Two churches hit with bomb attacks in India

Monday, July 10, 2000 | Tag Cloud

10 July 2000 (Newsroom) -- Bomb blasts damaged two churches in India's southern Karnataka state over the weekend as Christians across the nation staged marches and rallies to protest sectarian violence.

Early on Saturday a low-intensity bomb exploded at the doors of a Protestant church in Hubli, about 270 miles north of the state capital, Bangalore. Police said the blast occurred between 4 a.m. and 4:30 a.m. at St. John's Lutheran Church in Hubli's Keshavapura area, which has a 15,000-strong Christian population. The explosion damaged the church's steel gates and its belfry, but no injuries were reported, police said.

On Sunday an explosion left a small crater and shattered windows in the St. Peter and Paul Church in Bangalore.

The attack in Hubli came exactly one month after a bomb blast shook a Roman Catholic church in Wadi in the north Karnataka town of Gulbarga. Three other bomb attacks on churches occurred on June 8, in the coastal town of Goa and the southern state of Andhra Pradesh. Police say that the attack on Saturday is similar to the June 8 blasts, which are still under investigation.

The federal government blames sympathizers of the Pakistan intelligence agency ISI (Inter Service Intellegence) and claims the neighboring nation is out to destabilize India and drive a wedge between Christians and Hindus.

Church leaders allege, however, that right-wing Hindu groups are behind a series of attacks against India's 23 million Christians, and may be responsible for the latest church bombings. Christians believe many of the Hindu groups are closely connected to the Hindu nationalist Bharatiya Janata Party (BJP), which leads the federal government's ruling coalition.

A number of marginalized social groups have been victims of radical Hindus who go unpunished by the regime, said Sajan George, national convenor of the Global Council of Indian Christians. "It becomes clear from these attacks that whether it is Christians, Muslims, or Dalits, the attacks never end; they are part of the continuing spiral built into the sectarian ideology, out to justify acts of blatant violence and denial of fundamental rights to life, equality before the law, freedom of religion, and freedom of expression," George said after the Hubli church bombing.

In the BJP-ruled northern state of Uttar Pradesh a Roman Catholic priest was murdered last month as he slept in the town of Mathura, near the Taj Mahal. One of the key witnesses to the murder, a cook called Ekka, died mysteriously under police custody.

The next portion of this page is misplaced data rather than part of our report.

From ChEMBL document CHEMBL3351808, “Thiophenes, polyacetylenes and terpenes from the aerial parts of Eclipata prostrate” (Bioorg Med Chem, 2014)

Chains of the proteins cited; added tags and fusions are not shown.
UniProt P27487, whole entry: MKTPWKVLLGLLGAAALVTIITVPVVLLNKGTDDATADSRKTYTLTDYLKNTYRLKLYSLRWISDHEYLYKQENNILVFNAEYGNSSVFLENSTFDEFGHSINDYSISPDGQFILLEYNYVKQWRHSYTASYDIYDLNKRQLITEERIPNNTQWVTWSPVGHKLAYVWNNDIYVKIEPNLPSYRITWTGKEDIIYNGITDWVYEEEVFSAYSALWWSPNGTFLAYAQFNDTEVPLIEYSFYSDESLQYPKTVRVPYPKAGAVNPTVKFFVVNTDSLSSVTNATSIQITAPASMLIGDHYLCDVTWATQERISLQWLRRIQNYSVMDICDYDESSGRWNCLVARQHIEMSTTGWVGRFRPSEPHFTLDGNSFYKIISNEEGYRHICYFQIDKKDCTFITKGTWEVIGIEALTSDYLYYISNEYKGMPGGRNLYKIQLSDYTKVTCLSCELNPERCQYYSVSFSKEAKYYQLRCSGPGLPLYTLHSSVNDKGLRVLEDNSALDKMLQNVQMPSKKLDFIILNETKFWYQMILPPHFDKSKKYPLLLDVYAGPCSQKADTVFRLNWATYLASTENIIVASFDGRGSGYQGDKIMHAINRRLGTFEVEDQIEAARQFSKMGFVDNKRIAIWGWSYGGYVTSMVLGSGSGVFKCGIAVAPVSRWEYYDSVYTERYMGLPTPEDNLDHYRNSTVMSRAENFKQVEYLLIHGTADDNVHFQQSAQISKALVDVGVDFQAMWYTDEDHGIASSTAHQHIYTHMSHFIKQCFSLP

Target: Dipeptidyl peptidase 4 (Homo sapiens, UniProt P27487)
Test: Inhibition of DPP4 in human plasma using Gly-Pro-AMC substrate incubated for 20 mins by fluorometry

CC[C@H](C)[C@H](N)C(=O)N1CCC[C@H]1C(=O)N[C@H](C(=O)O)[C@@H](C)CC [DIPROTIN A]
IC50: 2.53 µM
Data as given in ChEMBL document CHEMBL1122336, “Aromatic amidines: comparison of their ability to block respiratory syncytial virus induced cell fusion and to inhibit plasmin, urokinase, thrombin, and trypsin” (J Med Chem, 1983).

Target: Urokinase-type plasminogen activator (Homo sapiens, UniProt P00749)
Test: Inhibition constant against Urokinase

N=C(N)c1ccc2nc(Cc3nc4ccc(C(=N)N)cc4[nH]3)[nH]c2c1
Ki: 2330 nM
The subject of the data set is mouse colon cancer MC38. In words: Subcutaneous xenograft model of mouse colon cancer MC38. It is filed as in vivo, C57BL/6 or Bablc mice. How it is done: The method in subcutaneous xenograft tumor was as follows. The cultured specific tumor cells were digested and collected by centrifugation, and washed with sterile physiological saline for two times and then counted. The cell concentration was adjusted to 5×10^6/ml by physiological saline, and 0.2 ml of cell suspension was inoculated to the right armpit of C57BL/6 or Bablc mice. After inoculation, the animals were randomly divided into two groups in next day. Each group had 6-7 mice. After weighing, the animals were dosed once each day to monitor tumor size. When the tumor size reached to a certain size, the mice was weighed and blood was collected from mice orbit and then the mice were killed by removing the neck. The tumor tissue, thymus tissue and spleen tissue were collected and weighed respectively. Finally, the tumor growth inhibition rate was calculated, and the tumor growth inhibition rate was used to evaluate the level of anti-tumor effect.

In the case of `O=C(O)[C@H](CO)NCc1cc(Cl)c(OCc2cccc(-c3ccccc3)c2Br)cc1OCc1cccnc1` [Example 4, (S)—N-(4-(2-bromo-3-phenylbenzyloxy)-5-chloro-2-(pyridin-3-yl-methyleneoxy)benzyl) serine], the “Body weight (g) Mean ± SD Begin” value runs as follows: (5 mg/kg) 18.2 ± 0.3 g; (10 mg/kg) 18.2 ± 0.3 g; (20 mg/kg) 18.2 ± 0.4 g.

Bangalore was one of several state capitals where Christians marched on Saturday in remembrance of victims of religious persecution and in protest of continuing violence. At a rally in Hyderabad on Sunday the president of the All India Christian Council, Joseph D'Souza, read a list of demands to which a crowd of some 100,000 expressed agreement by raising their hands. The demands included state protection for church property and arrest and prosecution of all who openly engage in hate campaigns against Christians.

The Deccan Herald of Bangalore reported Monday that city police had been directed by the Congress Party-led Karnataka government to step up security near churches and other places of worship.

Copyright © 2000 Newsroom.
Used with permission.

Copyright 1999-2017 Worthy News. All rights reserved.
Fair Use Notice:This site contains copyrighted material the use of which has not always been specifically authorized by the copyright owner. We are making such material available in our efforts to advance understanding of environmental, political, human rights, economic, democracy, scientific, and social justice issues, etc. We believe this constitutes a 'fair use' of any such copyrighted material as provided for in section 107 of the US Copyright Law. In accordance with Title 17 U.S.C. Section 107, the material on this site is distributed without profit to those who have expressed a prior interest in receiving the included information for research and educational purposes. For more information go to: http://www.law.cornell.edu/uscode/17/107.shtml. If you wish to use copyrighted material from this site for purposes of your own that go beyond 'fair use', you must obtain permission from the copyright owner.

Leave a Comment